Seven startups have venture backing where there’s really only room for two or three. Hence the rash of tech companies experiencing painful revaluations.

He said his bank has advised a couple tech companies this year that raised capital at a valuation over $1 billion but now are reckoning with the prospect that they’re actually worth half that.

“You just have to go to these meetings and listen to the gnashing of teeth,” McClelland said.

McClelland estimates about a third of unicorns will fail, another third will take a decade to grow into their business model, and the last third are more imminent winners on the track for initial public offerings.

So how does Union Square sort out the true gems from the pretenders?

“You meet with the companies, you figure out what the business plan is, you try to assess whether it has legs and is it going to survive,” McClelland said. “You’ve got to know every single board member and investor, because they’re not aligned.”

One mistake McClelland often sees is VC investors cowing to a confident, charismatic startup CEO who’s convinced success is right around the corner when in reality the company is headed toward the scrap heap.

“I think this is just the nature of America, technology, and entrepreneurs – it’s their baby, right? Quite frankly, venture capitalists are susceptible to, ‘Just give me another year, and I’ll get this right,'” McClelland said. He continued: “They did it because they think they can build something great, and they maybe take longer to give up than they practically should.”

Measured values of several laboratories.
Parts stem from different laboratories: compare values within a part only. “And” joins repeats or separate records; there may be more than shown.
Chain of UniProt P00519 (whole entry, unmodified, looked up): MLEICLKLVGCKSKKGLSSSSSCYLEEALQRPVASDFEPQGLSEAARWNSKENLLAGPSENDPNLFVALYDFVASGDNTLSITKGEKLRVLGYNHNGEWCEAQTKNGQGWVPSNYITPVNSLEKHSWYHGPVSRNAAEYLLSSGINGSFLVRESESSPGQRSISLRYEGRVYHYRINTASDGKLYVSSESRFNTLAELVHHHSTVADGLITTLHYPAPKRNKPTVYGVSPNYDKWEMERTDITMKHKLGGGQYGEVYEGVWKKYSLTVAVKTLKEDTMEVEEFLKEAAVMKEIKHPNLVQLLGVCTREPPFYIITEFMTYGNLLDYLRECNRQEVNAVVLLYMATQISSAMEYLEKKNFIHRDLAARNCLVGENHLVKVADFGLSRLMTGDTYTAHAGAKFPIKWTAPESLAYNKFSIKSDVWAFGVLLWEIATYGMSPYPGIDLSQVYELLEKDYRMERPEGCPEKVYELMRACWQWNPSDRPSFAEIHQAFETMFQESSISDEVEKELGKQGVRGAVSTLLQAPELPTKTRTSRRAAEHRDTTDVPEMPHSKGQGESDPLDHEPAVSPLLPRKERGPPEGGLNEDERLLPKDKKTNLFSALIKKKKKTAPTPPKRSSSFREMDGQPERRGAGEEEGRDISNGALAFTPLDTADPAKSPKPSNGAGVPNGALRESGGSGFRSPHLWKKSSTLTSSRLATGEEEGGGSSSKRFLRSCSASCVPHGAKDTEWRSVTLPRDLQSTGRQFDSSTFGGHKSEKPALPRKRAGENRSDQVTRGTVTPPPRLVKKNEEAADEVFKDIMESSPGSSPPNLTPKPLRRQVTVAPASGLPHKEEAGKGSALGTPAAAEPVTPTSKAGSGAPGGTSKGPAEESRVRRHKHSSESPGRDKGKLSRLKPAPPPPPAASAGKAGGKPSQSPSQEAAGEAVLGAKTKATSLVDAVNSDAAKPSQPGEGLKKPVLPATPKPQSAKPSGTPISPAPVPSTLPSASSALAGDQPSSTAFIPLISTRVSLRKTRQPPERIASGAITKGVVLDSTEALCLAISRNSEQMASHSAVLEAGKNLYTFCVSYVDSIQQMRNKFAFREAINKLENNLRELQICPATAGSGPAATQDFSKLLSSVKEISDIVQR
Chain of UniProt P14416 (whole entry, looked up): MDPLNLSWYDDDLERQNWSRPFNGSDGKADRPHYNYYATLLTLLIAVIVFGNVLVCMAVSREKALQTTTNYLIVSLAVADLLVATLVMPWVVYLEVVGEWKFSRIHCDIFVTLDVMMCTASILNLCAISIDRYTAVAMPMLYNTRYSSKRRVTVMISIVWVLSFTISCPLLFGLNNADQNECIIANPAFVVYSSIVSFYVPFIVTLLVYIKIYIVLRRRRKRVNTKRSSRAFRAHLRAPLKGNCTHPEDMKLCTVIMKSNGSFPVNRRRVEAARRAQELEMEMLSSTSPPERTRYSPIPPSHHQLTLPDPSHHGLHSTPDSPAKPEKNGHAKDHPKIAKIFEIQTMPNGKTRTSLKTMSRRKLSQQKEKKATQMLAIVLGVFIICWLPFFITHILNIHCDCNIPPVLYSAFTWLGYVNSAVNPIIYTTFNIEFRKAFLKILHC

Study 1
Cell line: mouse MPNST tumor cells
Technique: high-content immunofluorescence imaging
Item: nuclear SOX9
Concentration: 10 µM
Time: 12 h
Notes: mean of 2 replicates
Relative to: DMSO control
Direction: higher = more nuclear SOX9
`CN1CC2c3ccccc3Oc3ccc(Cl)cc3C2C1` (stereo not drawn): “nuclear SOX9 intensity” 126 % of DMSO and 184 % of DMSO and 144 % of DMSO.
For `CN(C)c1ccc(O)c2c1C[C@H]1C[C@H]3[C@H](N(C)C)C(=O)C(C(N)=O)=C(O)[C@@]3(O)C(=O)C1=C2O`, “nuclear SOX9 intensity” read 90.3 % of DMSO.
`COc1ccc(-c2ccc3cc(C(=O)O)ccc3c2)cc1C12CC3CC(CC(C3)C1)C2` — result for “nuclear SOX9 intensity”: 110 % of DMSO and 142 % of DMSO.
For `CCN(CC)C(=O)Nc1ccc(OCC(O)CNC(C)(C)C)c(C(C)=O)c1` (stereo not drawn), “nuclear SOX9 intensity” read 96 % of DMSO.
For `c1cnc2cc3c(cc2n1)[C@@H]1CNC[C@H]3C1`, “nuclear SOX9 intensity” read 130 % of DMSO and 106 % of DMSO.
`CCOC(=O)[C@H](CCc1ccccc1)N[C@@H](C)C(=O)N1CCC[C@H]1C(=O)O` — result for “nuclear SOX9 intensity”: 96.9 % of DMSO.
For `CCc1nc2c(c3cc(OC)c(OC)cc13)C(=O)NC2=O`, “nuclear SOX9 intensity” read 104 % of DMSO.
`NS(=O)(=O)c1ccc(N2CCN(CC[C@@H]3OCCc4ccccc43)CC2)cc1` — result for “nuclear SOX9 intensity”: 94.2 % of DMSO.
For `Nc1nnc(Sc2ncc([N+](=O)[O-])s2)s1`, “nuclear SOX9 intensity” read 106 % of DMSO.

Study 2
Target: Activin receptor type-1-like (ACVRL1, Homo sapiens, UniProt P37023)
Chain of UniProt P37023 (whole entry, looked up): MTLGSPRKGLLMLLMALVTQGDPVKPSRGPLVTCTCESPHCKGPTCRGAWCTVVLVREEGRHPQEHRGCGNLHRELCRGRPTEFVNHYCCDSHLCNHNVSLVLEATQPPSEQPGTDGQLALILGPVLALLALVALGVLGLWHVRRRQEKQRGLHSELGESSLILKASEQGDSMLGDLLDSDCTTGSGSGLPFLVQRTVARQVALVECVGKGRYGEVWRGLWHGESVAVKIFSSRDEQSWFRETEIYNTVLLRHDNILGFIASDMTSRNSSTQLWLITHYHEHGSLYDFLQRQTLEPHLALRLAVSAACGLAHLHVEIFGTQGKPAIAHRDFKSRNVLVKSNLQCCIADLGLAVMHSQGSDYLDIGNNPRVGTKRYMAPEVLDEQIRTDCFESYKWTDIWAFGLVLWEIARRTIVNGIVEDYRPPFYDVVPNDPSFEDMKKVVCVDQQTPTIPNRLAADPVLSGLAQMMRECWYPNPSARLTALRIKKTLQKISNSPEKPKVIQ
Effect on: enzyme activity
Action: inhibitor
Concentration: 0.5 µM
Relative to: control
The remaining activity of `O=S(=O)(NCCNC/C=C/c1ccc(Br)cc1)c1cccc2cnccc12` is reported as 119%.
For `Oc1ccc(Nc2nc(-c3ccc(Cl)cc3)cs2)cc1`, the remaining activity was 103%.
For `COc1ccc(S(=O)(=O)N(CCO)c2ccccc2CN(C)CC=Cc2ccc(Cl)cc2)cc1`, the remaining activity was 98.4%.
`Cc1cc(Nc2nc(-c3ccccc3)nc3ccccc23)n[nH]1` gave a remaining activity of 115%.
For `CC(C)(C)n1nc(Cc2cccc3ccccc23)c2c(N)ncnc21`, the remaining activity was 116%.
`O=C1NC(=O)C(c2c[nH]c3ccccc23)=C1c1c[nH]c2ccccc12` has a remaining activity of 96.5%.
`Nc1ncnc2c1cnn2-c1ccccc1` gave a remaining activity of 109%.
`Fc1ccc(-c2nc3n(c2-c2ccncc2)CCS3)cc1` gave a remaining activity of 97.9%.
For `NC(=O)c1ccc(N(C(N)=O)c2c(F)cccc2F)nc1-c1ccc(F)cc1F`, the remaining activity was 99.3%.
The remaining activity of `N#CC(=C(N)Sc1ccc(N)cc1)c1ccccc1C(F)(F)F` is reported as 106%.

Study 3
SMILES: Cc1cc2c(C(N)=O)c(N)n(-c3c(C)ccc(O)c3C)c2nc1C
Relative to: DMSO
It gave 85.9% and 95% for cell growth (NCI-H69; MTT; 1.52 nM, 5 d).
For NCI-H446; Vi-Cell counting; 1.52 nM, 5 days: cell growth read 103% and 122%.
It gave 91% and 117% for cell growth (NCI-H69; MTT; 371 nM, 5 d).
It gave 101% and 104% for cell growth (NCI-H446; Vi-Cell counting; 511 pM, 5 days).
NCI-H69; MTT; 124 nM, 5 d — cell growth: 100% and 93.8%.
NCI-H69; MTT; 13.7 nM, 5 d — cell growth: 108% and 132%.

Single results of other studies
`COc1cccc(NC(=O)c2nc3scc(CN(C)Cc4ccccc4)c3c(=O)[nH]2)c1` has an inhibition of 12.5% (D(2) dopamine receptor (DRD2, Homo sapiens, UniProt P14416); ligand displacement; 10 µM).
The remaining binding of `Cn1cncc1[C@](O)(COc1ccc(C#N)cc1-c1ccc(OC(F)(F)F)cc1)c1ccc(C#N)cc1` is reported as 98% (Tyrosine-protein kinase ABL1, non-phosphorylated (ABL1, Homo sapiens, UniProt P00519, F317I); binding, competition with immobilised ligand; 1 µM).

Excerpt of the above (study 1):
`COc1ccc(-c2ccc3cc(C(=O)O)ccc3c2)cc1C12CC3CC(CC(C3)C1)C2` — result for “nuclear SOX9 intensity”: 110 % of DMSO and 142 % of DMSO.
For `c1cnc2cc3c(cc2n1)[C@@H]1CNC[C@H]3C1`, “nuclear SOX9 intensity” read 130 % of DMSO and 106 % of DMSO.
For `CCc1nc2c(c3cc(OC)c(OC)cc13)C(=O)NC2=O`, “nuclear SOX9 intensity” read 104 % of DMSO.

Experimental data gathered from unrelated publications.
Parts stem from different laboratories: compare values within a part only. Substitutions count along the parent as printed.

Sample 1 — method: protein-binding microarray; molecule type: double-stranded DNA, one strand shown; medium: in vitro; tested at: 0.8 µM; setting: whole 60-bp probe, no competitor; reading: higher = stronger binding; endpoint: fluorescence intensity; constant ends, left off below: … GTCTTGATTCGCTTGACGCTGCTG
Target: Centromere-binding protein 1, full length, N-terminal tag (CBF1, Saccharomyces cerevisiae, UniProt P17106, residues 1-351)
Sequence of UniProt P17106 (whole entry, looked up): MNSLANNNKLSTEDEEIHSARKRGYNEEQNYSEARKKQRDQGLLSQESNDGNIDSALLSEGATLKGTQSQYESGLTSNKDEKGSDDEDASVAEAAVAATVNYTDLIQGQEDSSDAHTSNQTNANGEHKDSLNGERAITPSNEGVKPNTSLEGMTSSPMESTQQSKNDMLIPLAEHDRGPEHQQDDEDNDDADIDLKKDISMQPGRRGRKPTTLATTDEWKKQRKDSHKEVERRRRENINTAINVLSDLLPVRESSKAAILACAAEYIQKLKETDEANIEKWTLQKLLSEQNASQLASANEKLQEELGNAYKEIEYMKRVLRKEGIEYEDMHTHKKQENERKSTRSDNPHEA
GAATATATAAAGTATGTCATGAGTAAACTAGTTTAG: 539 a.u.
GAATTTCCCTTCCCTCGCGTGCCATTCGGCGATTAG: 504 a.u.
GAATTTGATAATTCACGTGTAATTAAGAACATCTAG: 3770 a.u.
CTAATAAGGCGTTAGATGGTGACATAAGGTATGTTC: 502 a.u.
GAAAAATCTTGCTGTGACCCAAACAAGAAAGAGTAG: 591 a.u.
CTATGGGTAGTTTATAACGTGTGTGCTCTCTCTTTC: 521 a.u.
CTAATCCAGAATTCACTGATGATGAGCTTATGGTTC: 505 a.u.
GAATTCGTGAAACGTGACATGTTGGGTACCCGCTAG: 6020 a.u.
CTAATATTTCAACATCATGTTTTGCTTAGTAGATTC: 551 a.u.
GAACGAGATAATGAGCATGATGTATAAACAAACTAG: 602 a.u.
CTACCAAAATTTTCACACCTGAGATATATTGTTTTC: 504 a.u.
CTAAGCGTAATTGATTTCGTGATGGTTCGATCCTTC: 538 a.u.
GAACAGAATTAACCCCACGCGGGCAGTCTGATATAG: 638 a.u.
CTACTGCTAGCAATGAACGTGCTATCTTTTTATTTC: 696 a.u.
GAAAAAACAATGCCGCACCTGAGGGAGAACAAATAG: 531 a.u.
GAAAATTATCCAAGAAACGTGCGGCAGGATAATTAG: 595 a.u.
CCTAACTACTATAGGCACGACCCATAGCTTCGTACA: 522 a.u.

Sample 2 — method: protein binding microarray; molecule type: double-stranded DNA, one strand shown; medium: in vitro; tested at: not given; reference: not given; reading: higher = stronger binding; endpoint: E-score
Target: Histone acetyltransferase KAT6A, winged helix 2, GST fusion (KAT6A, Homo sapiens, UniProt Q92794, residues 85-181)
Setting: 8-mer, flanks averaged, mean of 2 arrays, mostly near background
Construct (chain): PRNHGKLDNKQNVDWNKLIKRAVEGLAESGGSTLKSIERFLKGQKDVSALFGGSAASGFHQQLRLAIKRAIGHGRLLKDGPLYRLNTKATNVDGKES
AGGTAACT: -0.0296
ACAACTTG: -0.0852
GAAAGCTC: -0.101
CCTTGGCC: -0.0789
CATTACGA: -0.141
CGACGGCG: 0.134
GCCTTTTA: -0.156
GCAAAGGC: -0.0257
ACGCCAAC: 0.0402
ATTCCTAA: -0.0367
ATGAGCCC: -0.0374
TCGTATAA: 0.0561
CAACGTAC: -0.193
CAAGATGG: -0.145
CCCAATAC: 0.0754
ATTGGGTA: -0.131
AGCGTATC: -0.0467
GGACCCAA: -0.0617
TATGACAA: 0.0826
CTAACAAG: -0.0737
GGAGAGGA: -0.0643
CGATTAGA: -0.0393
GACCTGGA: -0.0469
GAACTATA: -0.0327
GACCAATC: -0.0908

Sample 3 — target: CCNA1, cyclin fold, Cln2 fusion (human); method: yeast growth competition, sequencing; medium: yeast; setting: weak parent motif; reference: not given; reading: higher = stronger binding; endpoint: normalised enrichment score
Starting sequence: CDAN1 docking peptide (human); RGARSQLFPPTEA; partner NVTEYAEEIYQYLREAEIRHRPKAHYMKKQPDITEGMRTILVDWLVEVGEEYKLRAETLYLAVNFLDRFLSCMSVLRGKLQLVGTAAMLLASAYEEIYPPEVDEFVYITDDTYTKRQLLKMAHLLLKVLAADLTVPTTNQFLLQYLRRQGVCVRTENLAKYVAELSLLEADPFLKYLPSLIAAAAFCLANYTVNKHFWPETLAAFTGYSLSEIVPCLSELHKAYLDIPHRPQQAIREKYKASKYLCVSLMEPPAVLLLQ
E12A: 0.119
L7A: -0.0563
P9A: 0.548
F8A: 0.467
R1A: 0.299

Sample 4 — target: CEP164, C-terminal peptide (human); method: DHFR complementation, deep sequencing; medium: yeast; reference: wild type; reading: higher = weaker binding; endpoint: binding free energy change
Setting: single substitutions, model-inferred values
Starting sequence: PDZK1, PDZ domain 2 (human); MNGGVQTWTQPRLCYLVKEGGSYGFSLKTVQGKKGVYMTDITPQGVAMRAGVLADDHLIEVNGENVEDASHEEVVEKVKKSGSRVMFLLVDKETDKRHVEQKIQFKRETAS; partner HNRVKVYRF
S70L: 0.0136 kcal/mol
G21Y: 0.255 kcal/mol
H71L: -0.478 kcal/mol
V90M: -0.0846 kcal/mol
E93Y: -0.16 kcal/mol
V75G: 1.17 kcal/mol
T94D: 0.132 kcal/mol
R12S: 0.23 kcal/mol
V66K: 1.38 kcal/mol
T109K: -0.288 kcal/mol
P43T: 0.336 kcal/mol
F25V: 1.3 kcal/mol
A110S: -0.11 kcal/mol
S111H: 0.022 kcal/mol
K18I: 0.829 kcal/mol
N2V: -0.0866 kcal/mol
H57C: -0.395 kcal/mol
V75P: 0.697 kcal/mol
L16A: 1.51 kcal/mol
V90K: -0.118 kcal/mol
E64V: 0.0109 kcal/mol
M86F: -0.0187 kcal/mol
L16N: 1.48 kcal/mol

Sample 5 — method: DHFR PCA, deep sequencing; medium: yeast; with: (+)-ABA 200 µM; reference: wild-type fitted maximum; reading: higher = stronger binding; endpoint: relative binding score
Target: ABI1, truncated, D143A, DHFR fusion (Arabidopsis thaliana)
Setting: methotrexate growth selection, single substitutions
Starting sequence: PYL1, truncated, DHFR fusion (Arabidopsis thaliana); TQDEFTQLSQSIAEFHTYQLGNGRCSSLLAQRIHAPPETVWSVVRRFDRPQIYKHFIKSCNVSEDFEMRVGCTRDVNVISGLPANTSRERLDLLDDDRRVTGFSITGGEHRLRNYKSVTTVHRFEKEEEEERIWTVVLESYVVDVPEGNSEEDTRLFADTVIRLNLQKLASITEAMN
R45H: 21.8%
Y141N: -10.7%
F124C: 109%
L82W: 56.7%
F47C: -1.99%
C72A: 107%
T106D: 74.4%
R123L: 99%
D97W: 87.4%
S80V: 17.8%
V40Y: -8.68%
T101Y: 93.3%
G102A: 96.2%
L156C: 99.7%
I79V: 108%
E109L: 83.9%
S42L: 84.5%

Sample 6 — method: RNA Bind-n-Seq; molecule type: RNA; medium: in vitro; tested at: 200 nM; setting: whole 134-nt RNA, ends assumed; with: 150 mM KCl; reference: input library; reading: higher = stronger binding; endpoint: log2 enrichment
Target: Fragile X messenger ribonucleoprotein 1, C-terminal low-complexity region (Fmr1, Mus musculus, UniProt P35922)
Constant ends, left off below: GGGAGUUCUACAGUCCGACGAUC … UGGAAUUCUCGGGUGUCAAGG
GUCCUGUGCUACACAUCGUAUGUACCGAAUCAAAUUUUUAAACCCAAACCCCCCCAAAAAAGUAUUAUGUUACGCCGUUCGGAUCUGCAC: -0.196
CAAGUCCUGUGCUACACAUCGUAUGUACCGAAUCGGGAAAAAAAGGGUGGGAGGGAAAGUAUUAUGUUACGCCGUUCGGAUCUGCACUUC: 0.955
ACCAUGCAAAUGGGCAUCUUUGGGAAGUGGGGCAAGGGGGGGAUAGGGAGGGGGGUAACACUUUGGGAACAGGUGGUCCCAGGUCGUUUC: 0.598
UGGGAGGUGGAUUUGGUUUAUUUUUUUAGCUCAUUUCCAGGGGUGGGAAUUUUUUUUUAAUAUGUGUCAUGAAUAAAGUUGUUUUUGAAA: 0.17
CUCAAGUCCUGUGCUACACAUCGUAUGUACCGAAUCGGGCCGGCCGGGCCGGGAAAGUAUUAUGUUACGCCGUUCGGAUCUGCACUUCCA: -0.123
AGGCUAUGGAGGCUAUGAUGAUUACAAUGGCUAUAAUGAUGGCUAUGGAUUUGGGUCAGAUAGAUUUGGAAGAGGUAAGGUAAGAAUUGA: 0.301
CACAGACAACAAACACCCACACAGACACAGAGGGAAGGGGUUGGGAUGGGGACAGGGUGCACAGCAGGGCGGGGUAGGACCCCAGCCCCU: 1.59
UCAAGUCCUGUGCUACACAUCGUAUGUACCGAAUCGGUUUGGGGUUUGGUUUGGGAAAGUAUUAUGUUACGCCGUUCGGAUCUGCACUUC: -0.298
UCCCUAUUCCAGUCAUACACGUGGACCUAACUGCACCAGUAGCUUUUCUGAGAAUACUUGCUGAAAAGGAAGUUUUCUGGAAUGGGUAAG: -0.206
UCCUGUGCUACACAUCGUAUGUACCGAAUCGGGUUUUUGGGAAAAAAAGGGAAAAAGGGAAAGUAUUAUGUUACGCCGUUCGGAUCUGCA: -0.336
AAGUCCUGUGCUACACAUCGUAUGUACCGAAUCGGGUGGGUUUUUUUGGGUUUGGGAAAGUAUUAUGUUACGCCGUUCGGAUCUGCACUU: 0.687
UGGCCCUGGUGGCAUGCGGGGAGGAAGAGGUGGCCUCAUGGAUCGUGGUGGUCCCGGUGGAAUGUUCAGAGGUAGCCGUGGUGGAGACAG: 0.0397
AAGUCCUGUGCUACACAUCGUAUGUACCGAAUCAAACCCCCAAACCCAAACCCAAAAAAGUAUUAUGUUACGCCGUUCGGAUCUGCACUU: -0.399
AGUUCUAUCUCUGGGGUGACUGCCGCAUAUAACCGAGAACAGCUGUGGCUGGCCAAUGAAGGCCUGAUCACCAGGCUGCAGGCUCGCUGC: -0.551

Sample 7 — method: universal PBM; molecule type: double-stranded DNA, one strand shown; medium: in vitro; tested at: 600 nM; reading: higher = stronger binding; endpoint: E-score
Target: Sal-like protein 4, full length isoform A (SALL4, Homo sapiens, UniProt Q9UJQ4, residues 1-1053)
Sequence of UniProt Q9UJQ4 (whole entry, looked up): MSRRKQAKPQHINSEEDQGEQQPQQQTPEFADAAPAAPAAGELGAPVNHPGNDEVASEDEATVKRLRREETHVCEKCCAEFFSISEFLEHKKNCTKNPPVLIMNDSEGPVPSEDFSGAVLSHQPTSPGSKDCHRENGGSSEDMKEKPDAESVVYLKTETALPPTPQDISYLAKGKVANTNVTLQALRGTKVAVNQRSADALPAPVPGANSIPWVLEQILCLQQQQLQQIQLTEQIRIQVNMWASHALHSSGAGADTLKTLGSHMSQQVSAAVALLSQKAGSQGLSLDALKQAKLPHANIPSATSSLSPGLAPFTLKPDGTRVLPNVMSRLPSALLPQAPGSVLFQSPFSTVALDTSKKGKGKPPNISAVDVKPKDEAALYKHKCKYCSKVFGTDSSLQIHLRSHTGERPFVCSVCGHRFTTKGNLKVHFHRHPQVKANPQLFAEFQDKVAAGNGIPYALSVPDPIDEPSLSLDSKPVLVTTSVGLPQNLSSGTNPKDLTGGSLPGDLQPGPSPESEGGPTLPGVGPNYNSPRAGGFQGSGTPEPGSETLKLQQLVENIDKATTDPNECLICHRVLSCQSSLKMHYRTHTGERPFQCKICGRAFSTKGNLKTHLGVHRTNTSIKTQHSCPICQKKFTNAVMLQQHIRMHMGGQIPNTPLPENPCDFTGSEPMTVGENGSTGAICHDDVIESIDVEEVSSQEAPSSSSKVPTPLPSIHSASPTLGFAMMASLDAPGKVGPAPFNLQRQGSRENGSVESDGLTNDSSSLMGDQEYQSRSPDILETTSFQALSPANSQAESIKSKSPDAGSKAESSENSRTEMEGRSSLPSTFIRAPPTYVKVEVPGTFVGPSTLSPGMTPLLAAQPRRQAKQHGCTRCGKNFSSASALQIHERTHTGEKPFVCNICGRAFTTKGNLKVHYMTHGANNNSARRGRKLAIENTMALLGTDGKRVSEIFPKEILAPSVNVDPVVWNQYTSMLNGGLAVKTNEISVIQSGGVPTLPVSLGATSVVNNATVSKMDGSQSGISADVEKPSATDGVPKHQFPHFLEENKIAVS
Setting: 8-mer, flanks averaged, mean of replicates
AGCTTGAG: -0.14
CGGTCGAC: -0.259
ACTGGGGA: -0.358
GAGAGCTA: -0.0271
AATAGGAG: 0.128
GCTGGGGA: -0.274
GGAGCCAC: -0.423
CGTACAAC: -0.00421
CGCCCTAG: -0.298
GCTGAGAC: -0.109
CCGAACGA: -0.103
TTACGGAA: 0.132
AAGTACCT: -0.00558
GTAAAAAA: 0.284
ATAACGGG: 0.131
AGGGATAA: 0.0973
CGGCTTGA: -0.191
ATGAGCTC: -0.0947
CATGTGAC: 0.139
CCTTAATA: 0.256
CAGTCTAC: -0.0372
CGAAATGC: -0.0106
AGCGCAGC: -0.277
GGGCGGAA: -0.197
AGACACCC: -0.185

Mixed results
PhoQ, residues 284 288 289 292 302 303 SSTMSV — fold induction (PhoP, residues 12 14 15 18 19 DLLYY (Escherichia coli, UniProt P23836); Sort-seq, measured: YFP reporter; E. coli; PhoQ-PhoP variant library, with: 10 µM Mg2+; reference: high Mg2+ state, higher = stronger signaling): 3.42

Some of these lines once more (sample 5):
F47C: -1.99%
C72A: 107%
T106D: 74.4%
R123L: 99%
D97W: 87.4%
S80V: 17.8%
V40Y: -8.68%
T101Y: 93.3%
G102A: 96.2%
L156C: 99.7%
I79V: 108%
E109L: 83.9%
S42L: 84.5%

“We usually just get the phone call.”

But business is good for McClelland’s boutique investment bank, which celebrated its 10th anniversary in 2017.

The firm is often approached directly to work on deals rather than having to pitch its capabilities or compete in a “bake-off” with other investment banks, according to McClelland. Of the roughly 50 assignments the firm typically secures each year, it competes for less than 10% of them, he said.

“We usually just get the phone call. And we don’t get it just because we’re tall and good looking, we get it because we’ve invested a year or year and a half with these companies, we get way ahead of the decision, and by the time they have to make the decision, we’re the choice,” McClelland said.

He added the caveat that many firms they’re hunting don’t wind up in their laps, of course. “It’s not a 1,000% batting average.”

Union Square is private and doesn’t disclose revenue, but it has had record performance in three of the last four years, and the firm pulls in well over $1 million in revenue per employee, McClelland said. And given their size and lack of overhead, employees will keep most of that cash, too.

“Part of the reason you see so much more of the M&A business being done in boutiques is just because it’s a better model,” McClelland said. “We pay our people a lot more than what the big banks can pay their people.”